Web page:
Sequences of PCR product analyzed, commercially by Helix Biosciences (Bangalore, India), were matched with nucleotide sequences available at GenBank using the BLAST program to identify the most similar sequences [59]. Few of the sequences identified from the current study were submitted to the GenBank database and accession numbers obtained. Multiple alignments of sequenced nucleotides were carried out using Clustal W2 (version 2.0.10). Neighbor-joining method was used to construct tree in MEGA 6.0 [60, 61].

Statistical analysis

Statistical analysis was done using Sigma Stat Statistics Software (SPSS) package. The Chi-square test and Fisher’s exact test were used to determine the statistical significance of data. The p-value < 0.05 was considered significant.


Isolation of antibiotic resistant genes and SNP

Owing to the scarcity of detailed studies on the prevalence of antimicrobial resistance patterns in paediatric age group in India, screening of diarrheagenic E. coli for the presence of virulence genes and drug resistance genes was performed in our previous study [48]. Multiplex PCR for antibiotic resistance genes showed presence of tetA, sul1 and AacC1 as shown in Fig 1, and tetB and tetC as shown in Fig 2. PCR for SNP targeting QRDR of fluoroquinolones (gyrA and parC) was also performed (Figs 3 and 4).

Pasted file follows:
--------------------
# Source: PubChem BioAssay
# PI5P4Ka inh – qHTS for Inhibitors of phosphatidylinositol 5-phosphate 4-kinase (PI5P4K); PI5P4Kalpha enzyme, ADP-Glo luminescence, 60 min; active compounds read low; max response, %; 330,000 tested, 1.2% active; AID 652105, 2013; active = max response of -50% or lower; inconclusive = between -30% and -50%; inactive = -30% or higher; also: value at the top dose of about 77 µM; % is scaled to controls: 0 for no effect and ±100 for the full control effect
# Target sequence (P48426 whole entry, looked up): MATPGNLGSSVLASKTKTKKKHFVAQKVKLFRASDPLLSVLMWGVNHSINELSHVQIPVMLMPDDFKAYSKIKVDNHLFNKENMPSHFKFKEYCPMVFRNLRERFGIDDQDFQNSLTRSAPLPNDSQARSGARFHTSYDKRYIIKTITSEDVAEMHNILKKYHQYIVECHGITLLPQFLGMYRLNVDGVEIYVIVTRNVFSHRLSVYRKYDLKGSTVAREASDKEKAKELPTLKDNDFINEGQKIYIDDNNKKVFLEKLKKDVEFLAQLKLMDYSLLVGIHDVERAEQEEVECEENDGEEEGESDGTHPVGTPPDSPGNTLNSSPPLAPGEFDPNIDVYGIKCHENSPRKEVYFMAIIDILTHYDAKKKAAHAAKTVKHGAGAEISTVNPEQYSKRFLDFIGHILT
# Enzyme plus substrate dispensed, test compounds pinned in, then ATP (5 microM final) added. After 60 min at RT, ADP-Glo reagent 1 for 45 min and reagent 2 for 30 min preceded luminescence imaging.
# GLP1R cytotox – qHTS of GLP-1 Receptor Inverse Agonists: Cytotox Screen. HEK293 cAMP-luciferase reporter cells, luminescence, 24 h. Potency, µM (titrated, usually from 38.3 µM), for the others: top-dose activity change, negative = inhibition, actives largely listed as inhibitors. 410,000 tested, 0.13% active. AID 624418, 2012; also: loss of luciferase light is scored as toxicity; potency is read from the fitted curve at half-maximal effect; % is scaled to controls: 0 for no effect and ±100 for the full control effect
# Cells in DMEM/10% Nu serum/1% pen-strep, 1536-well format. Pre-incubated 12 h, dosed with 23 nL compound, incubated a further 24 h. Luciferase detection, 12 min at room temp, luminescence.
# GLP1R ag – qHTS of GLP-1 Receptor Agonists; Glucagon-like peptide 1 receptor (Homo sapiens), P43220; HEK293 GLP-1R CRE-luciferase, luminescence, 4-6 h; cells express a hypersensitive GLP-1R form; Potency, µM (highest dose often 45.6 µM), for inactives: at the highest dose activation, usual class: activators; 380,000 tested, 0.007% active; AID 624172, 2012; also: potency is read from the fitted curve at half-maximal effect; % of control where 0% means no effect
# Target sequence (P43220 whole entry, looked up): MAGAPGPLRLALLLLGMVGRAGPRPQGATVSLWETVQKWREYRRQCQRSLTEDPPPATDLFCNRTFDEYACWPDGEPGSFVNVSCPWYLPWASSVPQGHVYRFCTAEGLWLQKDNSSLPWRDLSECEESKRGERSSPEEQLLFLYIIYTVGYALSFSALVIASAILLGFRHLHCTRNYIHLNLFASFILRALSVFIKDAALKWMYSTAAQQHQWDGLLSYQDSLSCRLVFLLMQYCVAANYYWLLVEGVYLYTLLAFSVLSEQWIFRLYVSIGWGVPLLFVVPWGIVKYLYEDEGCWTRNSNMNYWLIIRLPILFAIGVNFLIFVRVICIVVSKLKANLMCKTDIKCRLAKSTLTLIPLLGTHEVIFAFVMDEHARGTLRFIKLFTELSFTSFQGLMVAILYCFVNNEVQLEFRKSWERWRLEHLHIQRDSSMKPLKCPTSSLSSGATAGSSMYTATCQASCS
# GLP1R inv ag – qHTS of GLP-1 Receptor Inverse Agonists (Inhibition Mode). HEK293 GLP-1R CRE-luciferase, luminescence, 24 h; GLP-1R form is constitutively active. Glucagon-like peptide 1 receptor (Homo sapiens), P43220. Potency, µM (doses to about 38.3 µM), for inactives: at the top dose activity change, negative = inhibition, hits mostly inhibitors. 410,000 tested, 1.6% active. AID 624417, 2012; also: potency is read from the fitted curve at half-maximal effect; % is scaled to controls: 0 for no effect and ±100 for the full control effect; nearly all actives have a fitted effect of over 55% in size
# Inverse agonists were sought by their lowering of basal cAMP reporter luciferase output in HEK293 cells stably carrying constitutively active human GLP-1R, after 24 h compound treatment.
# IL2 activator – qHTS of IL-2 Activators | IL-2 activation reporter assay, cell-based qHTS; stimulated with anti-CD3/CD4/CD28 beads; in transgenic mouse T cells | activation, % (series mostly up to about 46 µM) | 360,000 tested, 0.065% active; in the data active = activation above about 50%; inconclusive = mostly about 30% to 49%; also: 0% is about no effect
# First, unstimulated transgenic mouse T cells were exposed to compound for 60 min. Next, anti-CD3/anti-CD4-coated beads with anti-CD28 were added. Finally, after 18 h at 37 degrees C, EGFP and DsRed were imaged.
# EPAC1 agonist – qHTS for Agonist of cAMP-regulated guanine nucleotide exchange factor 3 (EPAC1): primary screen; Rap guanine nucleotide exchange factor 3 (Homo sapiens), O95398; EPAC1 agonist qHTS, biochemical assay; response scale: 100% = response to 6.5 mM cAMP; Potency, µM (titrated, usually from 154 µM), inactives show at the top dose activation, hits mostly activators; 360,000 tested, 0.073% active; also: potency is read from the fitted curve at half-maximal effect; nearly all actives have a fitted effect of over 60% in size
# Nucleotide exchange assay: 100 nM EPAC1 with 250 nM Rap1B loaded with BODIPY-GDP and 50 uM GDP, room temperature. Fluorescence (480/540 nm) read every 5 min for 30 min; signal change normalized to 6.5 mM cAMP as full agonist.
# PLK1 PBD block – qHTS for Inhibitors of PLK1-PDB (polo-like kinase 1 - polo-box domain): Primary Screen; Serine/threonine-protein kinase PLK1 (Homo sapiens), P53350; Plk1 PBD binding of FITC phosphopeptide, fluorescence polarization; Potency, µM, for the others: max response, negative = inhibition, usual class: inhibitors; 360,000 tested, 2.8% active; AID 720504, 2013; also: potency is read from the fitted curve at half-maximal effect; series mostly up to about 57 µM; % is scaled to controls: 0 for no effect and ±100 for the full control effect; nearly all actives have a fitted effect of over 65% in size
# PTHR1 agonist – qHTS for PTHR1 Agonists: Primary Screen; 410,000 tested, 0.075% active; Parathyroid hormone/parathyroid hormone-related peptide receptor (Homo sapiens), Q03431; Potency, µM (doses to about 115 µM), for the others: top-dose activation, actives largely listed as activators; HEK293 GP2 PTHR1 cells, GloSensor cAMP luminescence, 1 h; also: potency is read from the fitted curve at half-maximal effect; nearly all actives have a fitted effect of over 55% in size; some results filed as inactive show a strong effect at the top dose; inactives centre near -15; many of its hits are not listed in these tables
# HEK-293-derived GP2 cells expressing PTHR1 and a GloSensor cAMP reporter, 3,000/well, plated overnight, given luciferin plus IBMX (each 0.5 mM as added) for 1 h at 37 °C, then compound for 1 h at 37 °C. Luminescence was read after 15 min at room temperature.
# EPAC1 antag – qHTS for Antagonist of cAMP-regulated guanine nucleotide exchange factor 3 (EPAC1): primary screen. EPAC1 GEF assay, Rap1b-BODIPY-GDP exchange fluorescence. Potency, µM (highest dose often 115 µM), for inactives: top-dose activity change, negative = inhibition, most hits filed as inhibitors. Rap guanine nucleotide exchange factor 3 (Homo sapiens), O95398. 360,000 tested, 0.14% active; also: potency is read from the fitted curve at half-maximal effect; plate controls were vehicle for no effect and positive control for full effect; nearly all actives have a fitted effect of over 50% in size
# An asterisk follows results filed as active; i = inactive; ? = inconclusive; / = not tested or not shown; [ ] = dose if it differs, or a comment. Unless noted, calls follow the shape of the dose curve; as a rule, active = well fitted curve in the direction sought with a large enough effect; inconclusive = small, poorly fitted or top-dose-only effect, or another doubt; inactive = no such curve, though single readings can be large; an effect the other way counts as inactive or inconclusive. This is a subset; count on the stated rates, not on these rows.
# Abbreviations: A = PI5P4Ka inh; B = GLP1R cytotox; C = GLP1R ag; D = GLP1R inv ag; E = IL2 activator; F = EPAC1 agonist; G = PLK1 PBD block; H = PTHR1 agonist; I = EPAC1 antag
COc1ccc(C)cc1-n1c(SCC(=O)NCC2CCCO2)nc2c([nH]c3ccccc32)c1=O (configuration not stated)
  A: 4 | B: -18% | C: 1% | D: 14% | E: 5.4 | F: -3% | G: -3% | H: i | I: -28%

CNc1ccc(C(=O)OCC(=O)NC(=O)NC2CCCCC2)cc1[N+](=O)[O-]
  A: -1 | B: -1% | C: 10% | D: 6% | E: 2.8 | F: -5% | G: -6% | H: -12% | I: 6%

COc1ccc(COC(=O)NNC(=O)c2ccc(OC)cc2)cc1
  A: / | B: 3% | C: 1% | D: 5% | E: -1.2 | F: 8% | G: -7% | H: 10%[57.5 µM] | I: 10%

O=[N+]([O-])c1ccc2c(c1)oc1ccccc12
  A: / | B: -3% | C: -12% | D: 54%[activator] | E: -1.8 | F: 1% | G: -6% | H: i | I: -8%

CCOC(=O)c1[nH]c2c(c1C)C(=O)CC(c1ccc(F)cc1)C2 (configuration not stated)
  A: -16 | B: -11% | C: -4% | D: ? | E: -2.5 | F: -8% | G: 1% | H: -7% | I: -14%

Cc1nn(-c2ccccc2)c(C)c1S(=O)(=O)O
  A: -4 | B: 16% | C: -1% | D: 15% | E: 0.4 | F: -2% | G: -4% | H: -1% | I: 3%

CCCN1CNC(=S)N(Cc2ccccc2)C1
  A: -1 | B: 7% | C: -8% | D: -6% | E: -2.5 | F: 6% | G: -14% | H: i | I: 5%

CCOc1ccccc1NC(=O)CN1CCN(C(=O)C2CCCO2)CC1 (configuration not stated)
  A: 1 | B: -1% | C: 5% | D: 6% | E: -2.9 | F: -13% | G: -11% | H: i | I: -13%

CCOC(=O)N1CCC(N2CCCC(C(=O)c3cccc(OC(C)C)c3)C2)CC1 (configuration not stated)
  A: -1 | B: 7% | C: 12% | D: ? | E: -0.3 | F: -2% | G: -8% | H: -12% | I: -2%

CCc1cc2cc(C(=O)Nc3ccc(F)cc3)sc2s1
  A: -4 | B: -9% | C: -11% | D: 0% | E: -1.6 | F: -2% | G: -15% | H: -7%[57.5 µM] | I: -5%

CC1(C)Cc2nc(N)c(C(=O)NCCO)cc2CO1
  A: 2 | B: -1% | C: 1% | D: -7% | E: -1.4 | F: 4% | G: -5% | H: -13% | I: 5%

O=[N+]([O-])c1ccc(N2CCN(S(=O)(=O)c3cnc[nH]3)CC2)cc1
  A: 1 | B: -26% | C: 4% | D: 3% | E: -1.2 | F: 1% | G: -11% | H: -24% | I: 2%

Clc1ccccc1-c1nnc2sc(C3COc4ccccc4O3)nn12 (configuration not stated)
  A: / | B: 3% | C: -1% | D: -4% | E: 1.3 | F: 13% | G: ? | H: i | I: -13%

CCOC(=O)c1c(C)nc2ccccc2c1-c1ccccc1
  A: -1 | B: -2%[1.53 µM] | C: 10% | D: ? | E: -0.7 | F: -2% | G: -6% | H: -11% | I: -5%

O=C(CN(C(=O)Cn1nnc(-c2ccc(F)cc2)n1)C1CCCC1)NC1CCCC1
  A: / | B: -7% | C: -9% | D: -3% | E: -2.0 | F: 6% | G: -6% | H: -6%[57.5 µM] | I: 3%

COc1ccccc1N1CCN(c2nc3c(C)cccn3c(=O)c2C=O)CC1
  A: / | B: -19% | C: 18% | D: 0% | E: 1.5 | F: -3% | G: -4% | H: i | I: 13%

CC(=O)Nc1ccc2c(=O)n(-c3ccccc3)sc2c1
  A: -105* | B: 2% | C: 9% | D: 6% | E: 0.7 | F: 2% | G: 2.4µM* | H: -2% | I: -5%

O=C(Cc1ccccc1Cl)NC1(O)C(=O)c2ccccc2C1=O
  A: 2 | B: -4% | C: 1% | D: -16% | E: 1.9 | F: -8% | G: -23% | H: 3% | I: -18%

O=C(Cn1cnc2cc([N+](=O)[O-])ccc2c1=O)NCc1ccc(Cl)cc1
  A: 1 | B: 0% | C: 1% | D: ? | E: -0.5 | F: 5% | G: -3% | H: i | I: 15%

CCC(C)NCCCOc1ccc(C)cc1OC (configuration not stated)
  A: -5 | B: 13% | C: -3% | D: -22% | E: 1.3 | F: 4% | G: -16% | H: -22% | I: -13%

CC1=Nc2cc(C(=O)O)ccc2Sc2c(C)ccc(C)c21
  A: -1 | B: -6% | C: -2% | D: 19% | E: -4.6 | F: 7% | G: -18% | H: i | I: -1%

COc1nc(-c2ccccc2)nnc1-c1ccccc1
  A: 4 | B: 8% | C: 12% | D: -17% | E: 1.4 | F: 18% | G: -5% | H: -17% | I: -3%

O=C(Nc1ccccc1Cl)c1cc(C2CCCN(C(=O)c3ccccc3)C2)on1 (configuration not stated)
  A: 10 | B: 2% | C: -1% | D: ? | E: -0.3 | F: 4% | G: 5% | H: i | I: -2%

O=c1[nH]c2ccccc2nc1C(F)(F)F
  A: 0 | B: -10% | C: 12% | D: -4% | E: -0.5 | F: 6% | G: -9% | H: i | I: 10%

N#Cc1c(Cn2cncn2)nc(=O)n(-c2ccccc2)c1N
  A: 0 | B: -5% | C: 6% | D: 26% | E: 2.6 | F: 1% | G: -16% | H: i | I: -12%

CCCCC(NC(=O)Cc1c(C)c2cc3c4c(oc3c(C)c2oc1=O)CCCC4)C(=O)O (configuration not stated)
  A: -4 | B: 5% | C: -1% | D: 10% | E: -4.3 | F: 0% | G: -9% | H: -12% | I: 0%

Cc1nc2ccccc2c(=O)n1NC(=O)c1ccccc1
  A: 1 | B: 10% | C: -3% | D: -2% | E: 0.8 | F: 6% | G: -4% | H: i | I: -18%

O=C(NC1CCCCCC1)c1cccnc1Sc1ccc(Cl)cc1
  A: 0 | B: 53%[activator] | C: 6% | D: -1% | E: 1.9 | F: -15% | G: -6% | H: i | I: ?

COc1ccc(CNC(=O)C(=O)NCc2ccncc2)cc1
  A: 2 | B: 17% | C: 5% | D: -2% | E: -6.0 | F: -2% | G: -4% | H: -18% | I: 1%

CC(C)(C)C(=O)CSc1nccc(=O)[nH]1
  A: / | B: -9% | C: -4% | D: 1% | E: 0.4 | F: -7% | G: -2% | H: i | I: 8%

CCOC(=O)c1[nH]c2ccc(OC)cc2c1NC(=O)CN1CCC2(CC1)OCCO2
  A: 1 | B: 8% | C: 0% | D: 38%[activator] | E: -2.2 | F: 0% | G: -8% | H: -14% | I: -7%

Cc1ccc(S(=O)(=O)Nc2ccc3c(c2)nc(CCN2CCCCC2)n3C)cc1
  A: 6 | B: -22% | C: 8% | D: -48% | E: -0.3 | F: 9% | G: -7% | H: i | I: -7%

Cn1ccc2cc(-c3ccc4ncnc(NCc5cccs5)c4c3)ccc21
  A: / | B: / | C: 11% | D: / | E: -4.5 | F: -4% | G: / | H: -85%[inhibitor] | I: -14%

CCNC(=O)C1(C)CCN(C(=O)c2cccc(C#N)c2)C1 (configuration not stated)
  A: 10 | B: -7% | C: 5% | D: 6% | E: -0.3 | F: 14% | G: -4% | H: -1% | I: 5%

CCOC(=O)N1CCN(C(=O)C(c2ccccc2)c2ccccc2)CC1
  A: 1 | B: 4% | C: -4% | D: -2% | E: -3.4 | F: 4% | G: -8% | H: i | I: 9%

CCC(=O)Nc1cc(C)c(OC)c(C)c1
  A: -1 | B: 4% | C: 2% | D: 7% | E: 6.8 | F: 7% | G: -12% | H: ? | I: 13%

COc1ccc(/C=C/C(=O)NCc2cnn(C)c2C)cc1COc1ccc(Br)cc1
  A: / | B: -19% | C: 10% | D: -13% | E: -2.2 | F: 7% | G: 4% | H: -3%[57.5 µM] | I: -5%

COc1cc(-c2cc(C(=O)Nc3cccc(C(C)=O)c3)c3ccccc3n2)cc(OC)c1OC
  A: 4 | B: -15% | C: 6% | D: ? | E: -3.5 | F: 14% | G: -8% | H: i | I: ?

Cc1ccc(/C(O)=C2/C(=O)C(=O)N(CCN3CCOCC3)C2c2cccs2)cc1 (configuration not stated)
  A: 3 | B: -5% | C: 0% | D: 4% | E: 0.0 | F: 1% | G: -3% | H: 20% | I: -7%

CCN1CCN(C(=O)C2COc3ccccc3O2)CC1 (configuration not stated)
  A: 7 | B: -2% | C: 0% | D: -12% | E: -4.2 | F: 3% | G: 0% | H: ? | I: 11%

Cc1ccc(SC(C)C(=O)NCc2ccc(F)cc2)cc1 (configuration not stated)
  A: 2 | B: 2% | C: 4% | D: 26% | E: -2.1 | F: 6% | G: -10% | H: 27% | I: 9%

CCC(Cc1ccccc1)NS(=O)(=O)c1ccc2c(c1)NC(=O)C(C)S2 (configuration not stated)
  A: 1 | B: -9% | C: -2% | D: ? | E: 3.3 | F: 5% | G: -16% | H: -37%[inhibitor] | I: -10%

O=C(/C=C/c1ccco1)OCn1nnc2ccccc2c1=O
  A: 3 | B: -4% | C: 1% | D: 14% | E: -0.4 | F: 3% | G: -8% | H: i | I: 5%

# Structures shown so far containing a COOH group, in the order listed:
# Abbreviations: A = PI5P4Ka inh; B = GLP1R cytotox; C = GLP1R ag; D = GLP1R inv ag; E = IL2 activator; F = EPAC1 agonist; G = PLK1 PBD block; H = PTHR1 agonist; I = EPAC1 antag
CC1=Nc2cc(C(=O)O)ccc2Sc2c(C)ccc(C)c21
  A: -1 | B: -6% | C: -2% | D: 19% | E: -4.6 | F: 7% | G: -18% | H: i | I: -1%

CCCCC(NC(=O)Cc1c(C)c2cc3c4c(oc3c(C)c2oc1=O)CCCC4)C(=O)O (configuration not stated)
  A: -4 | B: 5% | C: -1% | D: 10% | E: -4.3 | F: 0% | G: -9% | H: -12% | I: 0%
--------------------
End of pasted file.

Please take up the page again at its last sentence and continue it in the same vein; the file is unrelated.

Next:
Fig 1. Multiplex PCR for antibiotic resistance genes (tetA, sul1 and AacC1) on 1.5% agarose gel.

Lane 1: molecular weight marker (100 bp), lane 2: tetA (937 bp), lane 3: sul1 (789 bp), lane 4–5: AacC1 (169 bp), lane 6–7: tetA + sul1 + AacC1.

Fig 2. PCR for antibiotic resistance genes (tetB and tetC) on 1.5% agarose gel.

Lane 1–3: tetB (416 bp), lane 4–5: tetB + tetC (570 bp), lane 6: molecular weight marker (100 bp), lane 7: tetC, lane 8–10: negative isolates, lane 11–12: tetC and lane 13–14: tetB.

Fig 3. PCR for single nucleotide polymorphism (SNP) of fluoroquinolones (gyrA and parC) on 1.5% agarose gel.